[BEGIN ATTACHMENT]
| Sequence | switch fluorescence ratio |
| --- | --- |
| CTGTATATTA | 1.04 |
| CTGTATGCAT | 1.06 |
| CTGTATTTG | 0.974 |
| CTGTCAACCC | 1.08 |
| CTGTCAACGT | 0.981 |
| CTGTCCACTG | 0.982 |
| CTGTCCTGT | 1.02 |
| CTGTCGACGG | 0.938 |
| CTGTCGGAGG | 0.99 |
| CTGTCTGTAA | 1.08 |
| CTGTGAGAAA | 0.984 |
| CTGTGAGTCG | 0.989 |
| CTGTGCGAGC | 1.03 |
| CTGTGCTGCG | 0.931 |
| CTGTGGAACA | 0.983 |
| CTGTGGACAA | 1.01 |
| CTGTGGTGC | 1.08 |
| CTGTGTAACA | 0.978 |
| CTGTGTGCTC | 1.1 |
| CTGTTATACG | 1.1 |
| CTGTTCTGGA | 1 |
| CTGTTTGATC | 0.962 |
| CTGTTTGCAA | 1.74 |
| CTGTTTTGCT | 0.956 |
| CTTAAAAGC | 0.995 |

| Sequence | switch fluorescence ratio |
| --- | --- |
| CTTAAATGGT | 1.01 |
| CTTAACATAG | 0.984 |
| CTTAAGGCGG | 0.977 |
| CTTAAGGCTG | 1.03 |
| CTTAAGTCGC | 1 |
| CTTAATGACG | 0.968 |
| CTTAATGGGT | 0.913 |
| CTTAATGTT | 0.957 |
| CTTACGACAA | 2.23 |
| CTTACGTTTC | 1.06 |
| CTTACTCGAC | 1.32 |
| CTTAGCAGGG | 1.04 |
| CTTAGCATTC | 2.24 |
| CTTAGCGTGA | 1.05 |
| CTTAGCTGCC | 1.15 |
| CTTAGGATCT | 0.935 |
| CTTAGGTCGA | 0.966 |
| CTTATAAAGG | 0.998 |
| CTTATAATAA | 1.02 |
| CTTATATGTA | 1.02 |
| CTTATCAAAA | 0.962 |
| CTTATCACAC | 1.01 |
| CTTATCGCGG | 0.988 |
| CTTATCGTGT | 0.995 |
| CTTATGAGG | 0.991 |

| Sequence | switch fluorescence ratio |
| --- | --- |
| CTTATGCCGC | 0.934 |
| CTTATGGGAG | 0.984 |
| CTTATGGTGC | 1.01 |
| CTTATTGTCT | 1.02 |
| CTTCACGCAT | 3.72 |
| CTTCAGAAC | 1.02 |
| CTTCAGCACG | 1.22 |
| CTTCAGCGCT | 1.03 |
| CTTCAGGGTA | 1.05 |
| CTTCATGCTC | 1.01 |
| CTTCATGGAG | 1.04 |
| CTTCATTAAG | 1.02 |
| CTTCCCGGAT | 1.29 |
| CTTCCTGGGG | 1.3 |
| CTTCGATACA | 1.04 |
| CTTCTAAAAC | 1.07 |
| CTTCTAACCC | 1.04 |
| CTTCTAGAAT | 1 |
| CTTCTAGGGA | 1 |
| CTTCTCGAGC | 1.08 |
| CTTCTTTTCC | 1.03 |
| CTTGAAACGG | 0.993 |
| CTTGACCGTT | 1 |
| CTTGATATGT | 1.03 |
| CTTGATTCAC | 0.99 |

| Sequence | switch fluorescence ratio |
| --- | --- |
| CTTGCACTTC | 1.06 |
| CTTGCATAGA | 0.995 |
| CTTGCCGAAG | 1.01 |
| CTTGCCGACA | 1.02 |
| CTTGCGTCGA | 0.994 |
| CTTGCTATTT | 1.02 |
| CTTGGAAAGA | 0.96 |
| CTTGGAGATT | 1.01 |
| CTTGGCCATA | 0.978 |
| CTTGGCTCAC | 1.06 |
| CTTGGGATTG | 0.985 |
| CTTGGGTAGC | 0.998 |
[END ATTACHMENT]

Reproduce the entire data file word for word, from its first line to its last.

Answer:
| Sequence | switch fluorescence ratio |
| --- | --- |
| CTGTATATTA | 1.04 |
| CTGTATGCAT | 1.06 |
| CTGTATTTG | 0.974 |
| CTGTCAACCC | 1.08 |
| CTGTCAACGT | 0.981 |
| CTGTCCACTG | 0.982 |
| CTGTCCTGT | 1.02 |
| CTGTCGACGG | 0.938 |
| CTGTCGGAGG | 0.99 |
| CTGTCTGTAA | 1.08 |
| CTGTGAGAAA | 0.984 |
| CTGTGAGTCG | 0.989 |
| CTGTGCGAGC | 1.03 |
| CTGTGCTGCG | 0.931 |
| CTGTGGAACA | 0.983 |
| CTGTGGACAA | 1.01 |
| CTGTGGTGC | 1.08 |
| CTGTGTAACA | 0.978 |
| CTGTGTGCTC | 1.1 |
| CTGTTATACG | 1.1 |
| CTGTTCTGGA | 1 |
| CTGTTTGATC | 0.962 |
| CTGTTTGCAA | 1.74 |
| CTGTTTTGCT | 0.956 |
| CTTAAAAGC | 0.995 |

| Sequence | switch fluorescence ratio |
| --- | --- |
| CTTAAATGGT | 1.01 |
| CTTAACATAG | 0.984 |
| CTTAAGGCGG | 0.977 |
| CTTAAGGCTG | 1.03 |
| CTTAAGTCGC | 1 |
| CTTAATGACG | 0.968 |
| CTTAATGGGT | 0.913 |
| CTTAATGTT | 0.957 |
| CTTACGACAA | 2.23 |
| CTTACGTTTC | 1.06 |
| CTTACTCGAC | 1.32 |
| CTTAGCAGGG | 1.04 |
| CTTAGCATTC | 2.24 |
| CTTAGCGTGA | 1.05 |
| CTTAGCTGCC | 1.15 |
| CTTAGGATCT | 0.935 |
| CTTAGGTCGA | 0.966 |
| CTTATAAAGG | 0.998 |
| CTTATAATAA | 1.02 |
| CTTATATGTA | 1.02 |
| CTTATCAAAA | 0.962 |
| CTTATCACAC | 1.01 |
| CTTATCGCGG | 0.988 |
| CTTATCGTGT | 0.995 |
| CTTATGAGG | 0.991 |

| Sequence | switch fluorescence ratio |
| --- | --- |
| CTTATGCCGC | 0.934 |
| CTTATGGGAG | 0.984 |
| CTTATGGTGC | 1.01 |
| CTTATTGTCT | 1.02 |
| CTTCACGCAT | 3.72 |
| CTTCAGAAC | 1.02 |
| CTTCAGCACG | 1.22 |
| CTTCAGCGCT | 1.03 |
| CTTCAGGGTA | 1.05 |
| CTTCATGCTC | 1.01 |
| CTTCATGGAG | 1.04 |
| CTTCATTAAG | 1.02 |
| CTTCCCGGAT | 1.29 |
| CTTCCTGGGG | 1.3 |
| CTTCGATACA | 1.04 |
| CTTCTAAAAC | 1.07 |
| CTTCTAACCC | 1.04 |
| CTTCTAGAAT | 1 |
| CTTCTAGGGA | 1 |
| CTTCTCGAGC | 1.08 |
| CTTCTTTTCC | 1.03 |
| CTTGAAACGG | 0.993 |
| CTTGACCGTT | 1 |
| CTTGATATGT | 1.03 |
| CTTGATTCAC | 0.99 |

| Sequence | switch fluorescence ratio |
| --- | --- |
| CTTGCACTTC | 1.06 |
| CTTGCATAGA | 0.995 |
| CTTGCCGAAG | 1.01 |
| CTTGCCGACA | 1.02 |
| CTTGCGTCGA | 0.994 |
| CTTGCTATTT | 1.02 |
| CTTGGAAAGA | 0.96 |
| CTTGGAGATT | 1.01 |
| CTTGGCCATA | 0.978 |
| CTTGGCTCAC | 1.06 |
| CTTGGGATTG | 0.985 |
| CTTGGGTAGC | 0.998 |